Young, capable and highly skilled people described as “phenoms” appear from time to time in every walk of life. They might be computer wizards, chess players, chefs, artists, musicians or athletes.
Nobody knows why youthful minds and/or bodies can perform feats at levels well beyond others who have dedicated their lives to developing their natural gifts, but they can.
Some consider such gifted people as ready to embark on career journeys to take advantage of their talents at any age, while others feel the need to restrain them until certain ages are attained.
The motivation for the restraint argument is that a person does not develop all life skills at an equal pace and therefore a 12-year-old “phenom” hockey player might have the skills to play in the NHL, but not the physical size/strength.
Furthermore, they and the people around them might not have the business acumen to determine whether or not they are entering a contract that offers adequate considerations and remuneration. The statement presented is usually accompanied by “let them be kids first and stars later”.
Every person is different, as is every case and every activity. There is a very large gap between a highly-skilled, undersized 16-year-old quarterback who wants to play in the NFL and a six-year-old who can play Beethoven backwards and forwards with either hand.
There is also a very large gap between a golfing “phenom” playing professional golf and a 15-year-old signing a $10-million contract to play in the NBA.
In one sense, “let them be kids’ is a valid position, but on the other hand, if they can compete at a level deserving of millions, let them earn it while they can.
Conceivably, a young talent might be able to help his/her family out of financial woes. A 15-year-old might get injured at age 18 and never again command the benefits.
Nobody knows the future.
Currently, Canada has a golfing “phenom” in Brooke Henderson. At age 15, she won the Canadian Amateur Championship followed the next year by a runner-up finish at last year’s U.S. Amateur.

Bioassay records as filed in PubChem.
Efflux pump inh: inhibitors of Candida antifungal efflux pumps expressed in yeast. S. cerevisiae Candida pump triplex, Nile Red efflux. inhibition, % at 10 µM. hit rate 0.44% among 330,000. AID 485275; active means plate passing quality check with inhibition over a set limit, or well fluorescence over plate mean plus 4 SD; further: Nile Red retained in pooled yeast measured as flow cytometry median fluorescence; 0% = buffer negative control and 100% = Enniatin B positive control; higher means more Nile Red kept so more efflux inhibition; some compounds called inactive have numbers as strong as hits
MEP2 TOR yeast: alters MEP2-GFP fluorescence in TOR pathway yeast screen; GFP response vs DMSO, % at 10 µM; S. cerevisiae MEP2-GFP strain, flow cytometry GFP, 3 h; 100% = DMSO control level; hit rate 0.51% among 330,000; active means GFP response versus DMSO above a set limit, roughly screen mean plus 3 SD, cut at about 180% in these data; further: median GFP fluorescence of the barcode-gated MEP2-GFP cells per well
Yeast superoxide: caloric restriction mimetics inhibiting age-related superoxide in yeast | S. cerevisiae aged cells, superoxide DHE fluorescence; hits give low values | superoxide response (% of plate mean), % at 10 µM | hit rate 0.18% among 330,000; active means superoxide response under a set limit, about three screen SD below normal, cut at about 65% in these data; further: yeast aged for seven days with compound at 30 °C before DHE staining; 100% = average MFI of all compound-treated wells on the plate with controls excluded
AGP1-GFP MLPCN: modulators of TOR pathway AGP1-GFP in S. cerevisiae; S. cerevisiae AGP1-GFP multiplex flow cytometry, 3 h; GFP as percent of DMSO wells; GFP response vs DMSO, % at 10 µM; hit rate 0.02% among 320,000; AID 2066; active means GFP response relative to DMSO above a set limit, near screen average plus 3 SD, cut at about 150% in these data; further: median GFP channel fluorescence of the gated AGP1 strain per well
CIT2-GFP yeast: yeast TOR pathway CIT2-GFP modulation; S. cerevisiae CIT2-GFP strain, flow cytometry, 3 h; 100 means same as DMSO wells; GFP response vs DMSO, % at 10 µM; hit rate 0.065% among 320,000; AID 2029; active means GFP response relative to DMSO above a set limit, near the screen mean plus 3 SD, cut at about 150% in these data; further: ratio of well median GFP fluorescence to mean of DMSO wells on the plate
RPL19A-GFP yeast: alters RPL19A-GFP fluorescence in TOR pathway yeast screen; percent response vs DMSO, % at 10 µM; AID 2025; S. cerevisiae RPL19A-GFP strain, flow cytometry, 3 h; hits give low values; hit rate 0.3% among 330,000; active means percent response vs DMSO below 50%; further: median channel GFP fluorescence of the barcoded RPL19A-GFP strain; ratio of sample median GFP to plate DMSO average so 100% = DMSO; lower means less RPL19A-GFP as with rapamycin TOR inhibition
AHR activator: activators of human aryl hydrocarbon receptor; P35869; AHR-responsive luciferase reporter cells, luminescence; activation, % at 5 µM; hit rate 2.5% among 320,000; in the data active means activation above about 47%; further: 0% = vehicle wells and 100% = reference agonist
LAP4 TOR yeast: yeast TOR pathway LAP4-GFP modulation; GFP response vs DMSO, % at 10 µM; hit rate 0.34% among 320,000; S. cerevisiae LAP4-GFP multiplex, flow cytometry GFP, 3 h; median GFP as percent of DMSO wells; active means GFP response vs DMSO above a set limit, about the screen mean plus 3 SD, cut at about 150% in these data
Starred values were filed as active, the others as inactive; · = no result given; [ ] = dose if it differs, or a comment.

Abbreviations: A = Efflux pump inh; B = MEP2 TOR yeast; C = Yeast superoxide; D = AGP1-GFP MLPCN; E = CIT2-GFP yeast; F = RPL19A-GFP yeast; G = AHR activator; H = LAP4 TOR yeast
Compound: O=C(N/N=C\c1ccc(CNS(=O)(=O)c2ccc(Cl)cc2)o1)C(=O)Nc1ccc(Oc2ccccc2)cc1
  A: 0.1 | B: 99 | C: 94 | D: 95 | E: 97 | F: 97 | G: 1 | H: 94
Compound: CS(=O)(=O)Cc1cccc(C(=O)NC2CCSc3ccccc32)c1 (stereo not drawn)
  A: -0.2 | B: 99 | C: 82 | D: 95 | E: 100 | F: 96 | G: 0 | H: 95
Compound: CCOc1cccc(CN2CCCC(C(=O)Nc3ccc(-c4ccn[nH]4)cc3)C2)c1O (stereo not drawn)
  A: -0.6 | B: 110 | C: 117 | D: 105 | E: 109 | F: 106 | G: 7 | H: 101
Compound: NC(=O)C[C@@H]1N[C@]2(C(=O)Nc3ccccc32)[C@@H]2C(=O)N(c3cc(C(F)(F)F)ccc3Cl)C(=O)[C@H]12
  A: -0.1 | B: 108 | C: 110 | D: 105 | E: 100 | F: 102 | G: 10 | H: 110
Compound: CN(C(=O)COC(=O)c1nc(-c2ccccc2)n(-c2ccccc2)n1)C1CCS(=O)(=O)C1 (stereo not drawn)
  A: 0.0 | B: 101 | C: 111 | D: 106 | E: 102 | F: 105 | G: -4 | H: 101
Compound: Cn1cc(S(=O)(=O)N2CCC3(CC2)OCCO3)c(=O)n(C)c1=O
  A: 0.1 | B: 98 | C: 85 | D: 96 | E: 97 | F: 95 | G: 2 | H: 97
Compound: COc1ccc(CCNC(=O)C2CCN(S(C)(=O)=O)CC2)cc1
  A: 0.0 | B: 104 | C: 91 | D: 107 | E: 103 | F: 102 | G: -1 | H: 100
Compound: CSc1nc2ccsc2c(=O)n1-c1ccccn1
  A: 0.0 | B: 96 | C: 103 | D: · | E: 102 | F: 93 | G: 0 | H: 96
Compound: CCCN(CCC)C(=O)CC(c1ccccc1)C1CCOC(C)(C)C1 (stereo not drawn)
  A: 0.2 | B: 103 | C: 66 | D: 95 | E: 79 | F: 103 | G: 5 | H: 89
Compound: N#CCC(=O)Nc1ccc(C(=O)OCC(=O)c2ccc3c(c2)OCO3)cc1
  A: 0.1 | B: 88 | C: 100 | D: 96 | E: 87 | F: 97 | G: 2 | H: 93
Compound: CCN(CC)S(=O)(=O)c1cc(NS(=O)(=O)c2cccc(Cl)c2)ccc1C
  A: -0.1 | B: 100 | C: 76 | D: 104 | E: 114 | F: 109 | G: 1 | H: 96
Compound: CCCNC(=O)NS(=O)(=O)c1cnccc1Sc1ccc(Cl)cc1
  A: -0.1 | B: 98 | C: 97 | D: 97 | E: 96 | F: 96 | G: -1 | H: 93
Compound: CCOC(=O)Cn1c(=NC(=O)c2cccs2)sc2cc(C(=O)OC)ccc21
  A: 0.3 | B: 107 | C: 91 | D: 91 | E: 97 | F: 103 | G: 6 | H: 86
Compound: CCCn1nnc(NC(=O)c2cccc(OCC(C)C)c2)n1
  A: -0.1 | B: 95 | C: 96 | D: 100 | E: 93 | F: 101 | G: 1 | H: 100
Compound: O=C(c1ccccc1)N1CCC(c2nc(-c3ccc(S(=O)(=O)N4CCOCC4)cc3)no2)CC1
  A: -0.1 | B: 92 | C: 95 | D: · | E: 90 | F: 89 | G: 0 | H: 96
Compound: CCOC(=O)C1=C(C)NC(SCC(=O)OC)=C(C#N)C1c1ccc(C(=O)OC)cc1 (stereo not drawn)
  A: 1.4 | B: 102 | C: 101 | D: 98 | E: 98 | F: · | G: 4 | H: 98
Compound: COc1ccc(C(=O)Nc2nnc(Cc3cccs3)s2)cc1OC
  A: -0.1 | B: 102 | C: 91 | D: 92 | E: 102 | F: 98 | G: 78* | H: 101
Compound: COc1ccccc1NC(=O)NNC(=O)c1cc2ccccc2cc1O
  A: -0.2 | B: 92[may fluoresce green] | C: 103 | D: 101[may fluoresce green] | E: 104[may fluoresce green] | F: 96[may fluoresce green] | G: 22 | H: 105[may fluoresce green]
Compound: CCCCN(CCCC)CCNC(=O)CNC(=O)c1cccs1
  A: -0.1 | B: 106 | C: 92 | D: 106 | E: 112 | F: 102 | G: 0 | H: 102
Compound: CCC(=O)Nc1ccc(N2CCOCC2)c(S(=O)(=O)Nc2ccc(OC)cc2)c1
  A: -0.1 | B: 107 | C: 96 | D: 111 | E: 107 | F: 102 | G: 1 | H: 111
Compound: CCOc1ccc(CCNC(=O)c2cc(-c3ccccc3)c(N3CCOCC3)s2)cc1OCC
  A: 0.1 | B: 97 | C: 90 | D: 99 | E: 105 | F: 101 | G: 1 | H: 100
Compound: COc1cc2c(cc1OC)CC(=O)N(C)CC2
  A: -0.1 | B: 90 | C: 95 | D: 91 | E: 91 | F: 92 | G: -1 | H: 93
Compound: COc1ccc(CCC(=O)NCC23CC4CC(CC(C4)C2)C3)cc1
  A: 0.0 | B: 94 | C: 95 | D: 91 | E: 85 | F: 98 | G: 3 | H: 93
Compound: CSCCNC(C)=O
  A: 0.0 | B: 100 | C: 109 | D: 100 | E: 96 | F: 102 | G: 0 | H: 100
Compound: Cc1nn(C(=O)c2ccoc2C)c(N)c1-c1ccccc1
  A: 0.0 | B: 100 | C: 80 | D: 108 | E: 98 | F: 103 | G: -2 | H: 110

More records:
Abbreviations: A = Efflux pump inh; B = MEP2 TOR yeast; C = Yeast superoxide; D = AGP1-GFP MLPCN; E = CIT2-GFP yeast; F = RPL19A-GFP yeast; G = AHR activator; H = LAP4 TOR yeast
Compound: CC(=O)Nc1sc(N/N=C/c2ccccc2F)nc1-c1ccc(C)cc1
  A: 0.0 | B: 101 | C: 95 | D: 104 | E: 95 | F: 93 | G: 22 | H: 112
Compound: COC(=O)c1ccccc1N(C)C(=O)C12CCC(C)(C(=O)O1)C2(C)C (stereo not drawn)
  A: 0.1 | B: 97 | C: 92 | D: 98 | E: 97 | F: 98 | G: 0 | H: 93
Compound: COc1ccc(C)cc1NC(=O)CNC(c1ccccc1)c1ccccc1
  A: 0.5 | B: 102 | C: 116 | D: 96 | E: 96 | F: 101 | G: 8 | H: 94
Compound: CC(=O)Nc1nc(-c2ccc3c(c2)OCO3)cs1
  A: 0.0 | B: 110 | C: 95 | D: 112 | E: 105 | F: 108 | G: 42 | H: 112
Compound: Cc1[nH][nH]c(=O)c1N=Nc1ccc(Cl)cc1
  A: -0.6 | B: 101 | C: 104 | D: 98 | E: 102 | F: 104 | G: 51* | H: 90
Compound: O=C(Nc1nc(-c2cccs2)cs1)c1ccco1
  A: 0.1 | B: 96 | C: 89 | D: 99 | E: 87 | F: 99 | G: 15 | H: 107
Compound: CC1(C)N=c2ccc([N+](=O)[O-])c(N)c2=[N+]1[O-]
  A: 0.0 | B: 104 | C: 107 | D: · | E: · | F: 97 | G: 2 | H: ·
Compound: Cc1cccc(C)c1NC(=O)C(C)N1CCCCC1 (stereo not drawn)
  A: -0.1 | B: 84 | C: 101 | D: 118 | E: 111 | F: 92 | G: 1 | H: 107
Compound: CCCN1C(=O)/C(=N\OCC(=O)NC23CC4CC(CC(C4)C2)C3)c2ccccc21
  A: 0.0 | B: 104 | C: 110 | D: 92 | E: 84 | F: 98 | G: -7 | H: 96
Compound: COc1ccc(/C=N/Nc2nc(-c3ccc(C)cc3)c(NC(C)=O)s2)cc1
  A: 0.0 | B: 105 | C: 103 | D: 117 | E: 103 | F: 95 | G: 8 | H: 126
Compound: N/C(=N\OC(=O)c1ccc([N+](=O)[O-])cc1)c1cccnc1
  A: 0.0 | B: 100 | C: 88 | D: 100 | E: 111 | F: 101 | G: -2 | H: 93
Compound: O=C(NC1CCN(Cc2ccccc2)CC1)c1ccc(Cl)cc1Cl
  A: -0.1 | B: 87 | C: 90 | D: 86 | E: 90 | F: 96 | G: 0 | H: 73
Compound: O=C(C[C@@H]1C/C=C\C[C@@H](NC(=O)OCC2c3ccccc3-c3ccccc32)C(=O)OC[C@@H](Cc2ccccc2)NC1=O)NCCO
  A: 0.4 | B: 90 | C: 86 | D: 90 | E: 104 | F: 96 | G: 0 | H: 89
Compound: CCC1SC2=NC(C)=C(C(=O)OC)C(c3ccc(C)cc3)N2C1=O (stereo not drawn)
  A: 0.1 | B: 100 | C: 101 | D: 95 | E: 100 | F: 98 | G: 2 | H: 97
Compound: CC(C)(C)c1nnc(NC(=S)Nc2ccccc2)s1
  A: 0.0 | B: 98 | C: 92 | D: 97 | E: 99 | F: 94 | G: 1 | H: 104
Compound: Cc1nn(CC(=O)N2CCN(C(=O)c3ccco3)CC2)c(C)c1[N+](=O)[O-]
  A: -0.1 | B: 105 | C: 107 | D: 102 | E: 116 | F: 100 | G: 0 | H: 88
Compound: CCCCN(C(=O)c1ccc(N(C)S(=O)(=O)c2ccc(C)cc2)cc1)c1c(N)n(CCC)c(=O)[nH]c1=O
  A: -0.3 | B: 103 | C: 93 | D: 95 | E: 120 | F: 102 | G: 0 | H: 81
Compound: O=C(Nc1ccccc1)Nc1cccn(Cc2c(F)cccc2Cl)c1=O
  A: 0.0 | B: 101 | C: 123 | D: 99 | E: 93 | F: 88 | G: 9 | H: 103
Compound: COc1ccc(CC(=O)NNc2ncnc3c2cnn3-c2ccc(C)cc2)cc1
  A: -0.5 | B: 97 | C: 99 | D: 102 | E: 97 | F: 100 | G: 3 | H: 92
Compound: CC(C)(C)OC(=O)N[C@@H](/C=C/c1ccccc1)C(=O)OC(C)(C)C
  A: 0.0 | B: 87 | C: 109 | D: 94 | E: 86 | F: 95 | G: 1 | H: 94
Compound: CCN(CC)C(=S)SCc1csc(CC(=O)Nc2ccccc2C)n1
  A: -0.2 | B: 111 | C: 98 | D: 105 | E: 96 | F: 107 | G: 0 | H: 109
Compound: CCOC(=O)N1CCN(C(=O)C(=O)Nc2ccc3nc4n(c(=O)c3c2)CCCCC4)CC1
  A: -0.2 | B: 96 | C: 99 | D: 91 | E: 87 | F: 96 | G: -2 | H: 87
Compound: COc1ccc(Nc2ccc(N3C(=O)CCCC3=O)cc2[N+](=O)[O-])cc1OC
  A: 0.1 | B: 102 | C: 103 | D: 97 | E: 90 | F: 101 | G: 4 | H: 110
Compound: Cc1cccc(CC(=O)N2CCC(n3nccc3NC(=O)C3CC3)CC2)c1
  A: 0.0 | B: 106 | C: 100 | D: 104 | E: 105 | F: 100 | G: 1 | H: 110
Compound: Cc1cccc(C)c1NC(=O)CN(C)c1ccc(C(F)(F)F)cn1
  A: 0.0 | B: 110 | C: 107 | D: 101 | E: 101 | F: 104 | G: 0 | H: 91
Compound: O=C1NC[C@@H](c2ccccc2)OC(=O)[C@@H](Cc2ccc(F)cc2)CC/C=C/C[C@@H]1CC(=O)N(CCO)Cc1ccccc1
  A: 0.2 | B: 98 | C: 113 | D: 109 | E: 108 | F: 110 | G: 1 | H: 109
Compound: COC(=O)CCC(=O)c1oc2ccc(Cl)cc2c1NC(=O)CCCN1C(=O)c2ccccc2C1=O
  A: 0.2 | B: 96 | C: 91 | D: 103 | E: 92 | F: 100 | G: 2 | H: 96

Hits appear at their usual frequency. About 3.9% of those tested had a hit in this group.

She has won countless other high profile amateur events and even a couple of professional tournaments as well but when she petitioned the LPGA Tour for membership, she was denied because of the age limit of 18 years.
Brooke is only 17, but will turn 18 next month.
I don’t know the content of her letters requesting a special exemption, but I’m sure they quoted instances whereby Lydia Ko and Lexi Thompson won their cases. However, it is important to point out that both had won on the LPGA Tour when they stated their cases.
Henderson is a fantastic player who will undoubtedly win many times. She has not won on the LPGA Tour yet, offering Commissioner Michael Whan and his committee the necessary support for their position.
Henderson has turned professional and is playing on various tours and winning copious amounts of money some of which will end in a total significant enough to equal or better the No.40 spot on the tour money list.
That standing would guarantee her LPGA membership, thus avoiding Q-school. A win on tour would likely have the same outcome.
In my opinion, the rules are very clear and very fair, but I do find it strange that she is even allowed to play any professional event before the age of 18 for prize money.
What is the difference between playing for money through sponsor invitations and being allowed to join the LPGA as a member? Why can she enter Symetra events as a professional before she is 18 if the rule is in place to protect her childhood?
However, as in other businesses, I think she has to pay her dues and in doing so, she will develop her life skills and playing skills to levels that will benefit her for a long time.
If you will recall, Michelle Wie came to the LPGA Tour very highly rated, but came in through qualifying school. Even Tiger Woods stated she had not won at every level on her journey and that missing component would eventually hurt her. I think he was right.
Wie has been good, but not nearly to the level of what was expected of her. The forest is full of names with exceptional talent that eventually discovered they couldn’t compete at the highest level over a prolonged period.
Eighteen is generally considered a coming of age in society and one would think someone who has reached that age could handle the pressures of playing LPGA Tour events including all the travel, fame and fortune, but maybe not. It wouldn’t be the first time.
Brooke Henderson looks like the real deal, but what’s the hurry? She turns 18 in a month, but let’s keep expectations in check and just enjoy the ride. Let’s let her develop and enjoy a smooth transition into what looks like a promising career.